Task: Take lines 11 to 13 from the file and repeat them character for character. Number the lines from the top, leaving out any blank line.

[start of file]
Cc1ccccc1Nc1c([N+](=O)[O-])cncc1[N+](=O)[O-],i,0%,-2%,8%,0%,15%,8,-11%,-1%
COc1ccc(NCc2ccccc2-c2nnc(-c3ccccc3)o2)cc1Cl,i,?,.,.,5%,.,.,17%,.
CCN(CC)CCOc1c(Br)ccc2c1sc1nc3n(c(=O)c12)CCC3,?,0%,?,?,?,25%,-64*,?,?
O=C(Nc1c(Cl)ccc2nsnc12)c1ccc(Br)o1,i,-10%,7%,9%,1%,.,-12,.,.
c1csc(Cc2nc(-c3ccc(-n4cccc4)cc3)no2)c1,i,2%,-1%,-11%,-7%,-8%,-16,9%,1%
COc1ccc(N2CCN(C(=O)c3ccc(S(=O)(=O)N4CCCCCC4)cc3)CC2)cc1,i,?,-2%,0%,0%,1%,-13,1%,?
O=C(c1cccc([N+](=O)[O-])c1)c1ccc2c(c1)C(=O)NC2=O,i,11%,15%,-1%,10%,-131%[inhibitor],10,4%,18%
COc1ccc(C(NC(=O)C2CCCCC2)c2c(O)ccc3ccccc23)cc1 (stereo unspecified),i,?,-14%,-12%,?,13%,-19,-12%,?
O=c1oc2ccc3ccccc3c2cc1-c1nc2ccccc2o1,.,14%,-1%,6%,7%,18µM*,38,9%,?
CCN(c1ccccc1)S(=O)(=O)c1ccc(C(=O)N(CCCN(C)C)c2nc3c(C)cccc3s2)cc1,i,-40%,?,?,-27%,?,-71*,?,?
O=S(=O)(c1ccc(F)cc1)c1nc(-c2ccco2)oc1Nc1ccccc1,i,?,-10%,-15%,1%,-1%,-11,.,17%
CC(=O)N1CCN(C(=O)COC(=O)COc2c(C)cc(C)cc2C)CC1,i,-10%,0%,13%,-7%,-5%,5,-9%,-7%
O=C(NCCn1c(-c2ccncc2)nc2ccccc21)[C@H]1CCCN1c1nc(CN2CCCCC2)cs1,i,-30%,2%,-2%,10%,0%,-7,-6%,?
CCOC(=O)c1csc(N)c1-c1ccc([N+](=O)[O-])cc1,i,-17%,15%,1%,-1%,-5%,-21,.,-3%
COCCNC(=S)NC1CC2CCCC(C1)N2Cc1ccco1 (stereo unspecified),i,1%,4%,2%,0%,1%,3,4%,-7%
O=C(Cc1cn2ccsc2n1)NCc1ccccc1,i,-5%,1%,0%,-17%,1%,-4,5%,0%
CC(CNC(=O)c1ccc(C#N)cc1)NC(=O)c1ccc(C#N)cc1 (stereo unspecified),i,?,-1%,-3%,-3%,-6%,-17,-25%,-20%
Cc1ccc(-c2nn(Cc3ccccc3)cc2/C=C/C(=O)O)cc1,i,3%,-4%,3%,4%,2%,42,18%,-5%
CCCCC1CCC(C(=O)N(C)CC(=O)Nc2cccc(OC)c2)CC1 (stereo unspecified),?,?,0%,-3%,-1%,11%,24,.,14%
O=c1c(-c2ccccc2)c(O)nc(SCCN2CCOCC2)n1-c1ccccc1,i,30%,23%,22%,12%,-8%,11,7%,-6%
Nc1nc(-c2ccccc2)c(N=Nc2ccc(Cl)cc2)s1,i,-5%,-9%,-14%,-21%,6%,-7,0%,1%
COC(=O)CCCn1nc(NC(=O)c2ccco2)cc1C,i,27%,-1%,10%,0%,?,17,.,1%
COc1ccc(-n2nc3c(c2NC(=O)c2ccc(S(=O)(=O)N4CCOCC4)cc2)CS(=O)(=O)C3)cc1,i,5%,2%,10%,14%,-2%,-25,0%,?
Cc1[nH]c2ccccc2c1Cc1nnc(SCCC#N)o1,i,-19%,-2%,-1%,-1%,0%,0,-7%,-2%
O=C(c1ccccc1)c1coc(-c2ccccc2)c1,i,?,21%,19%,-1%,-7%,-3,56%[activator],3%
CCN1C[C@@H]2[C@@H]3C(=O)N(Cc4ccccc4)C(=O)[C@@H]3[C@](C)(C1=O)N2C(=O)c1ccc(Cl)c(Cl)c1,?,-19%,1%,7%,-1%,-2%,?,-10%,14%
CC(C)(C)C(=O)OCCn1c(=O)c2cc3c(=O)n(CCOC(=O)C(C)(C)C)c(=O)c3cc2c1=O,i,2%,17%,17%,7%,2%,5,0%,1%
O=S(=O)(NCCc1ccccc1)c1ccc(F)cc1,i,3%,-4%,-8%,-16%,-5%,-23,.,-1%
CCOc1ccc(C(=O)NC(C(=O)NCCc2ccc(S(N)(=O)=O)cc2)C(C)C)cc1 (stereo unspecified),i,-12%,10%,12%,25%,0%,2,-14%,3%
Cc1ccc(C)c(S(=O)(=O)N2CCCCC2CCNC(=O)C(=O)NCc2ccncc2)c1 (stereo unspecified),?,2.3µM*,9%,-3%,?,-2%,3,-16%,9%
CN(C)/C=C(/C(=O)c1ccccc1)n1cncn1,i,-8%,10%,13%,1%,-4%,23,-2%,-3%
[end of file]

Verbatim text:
O=S(=O)(c1ccc(F)cc1)c1nc(-c2ccco2)oc1Nc1ccccc1,i,?,-10%,-15%,1%,-1%,-11,.,17%
CC(=O)N1CCN(C(=O)COC(=O)COc2c(C)cc(C)cc2C)CC1,i,-10%,0%,13%,-7%,-5%,5,-9%,-7%
O=C(NCCn1c(-c2ccncc2)nc2ccccc21)[C@H]1CCCN1c1nc(CN2CCCCC2)cs1,i,-30%,2%,-2%,10%,0%,-7,-6%,?